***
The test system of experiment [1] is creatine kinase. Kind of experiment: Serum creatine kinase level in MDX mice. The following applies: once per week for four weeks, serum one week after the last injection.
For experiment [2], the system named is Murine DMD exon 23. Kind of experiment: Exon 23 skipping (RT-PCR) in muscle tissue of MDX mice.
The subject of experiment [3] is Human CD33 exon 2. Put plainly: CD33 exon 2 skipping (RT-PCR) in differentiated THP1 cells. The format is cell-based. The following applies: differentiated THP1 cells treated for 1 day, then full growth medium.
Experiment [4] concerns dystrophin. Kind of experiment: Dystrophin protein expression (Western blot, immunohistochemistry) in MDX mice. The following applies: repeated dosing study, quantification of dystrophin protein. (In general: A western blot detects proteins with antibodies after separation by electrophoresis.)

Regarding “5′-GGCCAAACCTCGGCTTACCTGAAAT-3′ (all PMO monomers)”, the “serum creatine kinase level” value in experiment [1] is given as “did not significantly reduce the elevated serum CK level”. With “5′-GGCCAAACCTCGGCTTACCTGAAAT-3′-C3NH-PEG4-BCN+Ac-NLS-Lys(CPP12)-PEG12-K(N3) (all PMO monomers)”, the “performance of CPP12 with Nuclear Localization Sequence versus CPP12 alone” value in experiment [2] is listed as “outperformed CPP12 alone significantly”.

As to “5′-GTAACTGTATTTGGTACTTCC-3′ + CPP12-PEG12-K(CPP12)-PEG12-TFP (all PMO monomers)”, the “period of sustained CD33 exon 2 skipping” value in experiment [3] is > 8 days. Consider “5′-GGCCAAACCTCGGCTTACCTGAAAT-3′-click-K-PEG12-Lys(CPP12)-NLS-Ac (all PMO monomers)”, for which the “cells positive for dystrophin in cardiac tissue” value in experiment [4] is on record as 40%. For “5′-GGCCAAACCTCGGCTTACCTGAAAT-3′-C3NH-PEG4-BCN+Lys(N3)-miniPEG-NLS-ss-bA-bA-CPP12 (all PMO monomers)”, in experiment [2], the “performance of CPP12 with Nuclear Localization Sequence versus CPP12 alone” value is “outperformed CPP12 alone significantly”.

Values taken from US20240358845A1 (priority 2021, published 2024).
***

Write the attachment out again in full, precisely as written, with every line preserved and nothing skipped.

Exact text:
The test system of experiment [1] is creatine kinase. Kind of experiment: Serum creatine kinase level in MDX mice. The following applies: once per week for four weeks, serum one week after the last injection.
For experiment [2], the system named is Murine DMD exon 23. Kind of experiment: Exon 23 skipping (RT-PCR) in muscle tissue of MDX mice.
The subject of experiment [3] is Human CD33 exon 2. Put plainly: CD33 exon 2 skipping (RT-PCR) in differentiated THP1 cells. The format is cell-based. The following applies: differentiated THP1 cells treated for 1 day, then full growth medium.
Experiment [4] concerns dystrophin. Kind of experiment: Dystrophin protein expression (Western blot, immunohistochemistry) in MDX mice. The following applies: repeated dosing study, quantification of dystrophin protein. (In general: A western blot detects proteins with antibodies after separation by electrophoresis.)

Regarding “5′-GGCCAAACCTCGGCTTACCTGAAAT-3′ (all PMO monomers)”, the “serum creatine kinase level” value in experiment [1] is given as “did not significantly reduce the elevated serum CK level”. With “5′-GGCCAAACCTCGGCTTACCTGAAAT-3′-C3NH-PEG4-BCN+Ac-NLS-Lys(CPP12)-PEG12-K(N3) (all PMO monomers)”, the “performance of CPP12 with Nuclear Localization Sequence versus CPP12 alone” value in experiment [2] is listed as “outperformed CPP12 alone significantly”.

As to “5′-GTAACTGTATTTGGTACTTCC-3′ + CPP12-PEG12-K(CPP12)-PEG12-TFP (all PMO monomers)”, the “period of sustained CD33 exon 2 skipping” value in experiment [3] is > 8 days. Consider “5′-GGCCAAACCTCGGCTTACCTGAAAT-3′-click-K-PEG12-Lys(CPP12)-NLS-Ac (all PMO monomers)”, for which the “cells positive for dystrophin in cardiac tissue” value in experiment [4] is on record as 40%. For “5′-GGCCAAACCTCGGCTTACCTGAAAT-3′-C3NH-PEG4-BCN+Lys(N3)-miniPEG-NLS-ss-bA-bA-CPP12 (all PMO monomers)”, in experiment [2], the “performance of CPP12 with Nuclear Localization Sequence versus CPP12 alone” value is “outperformed CPP12 alone significantly”.

Values taken from US20240358845A1 (priority 2021, published 2024).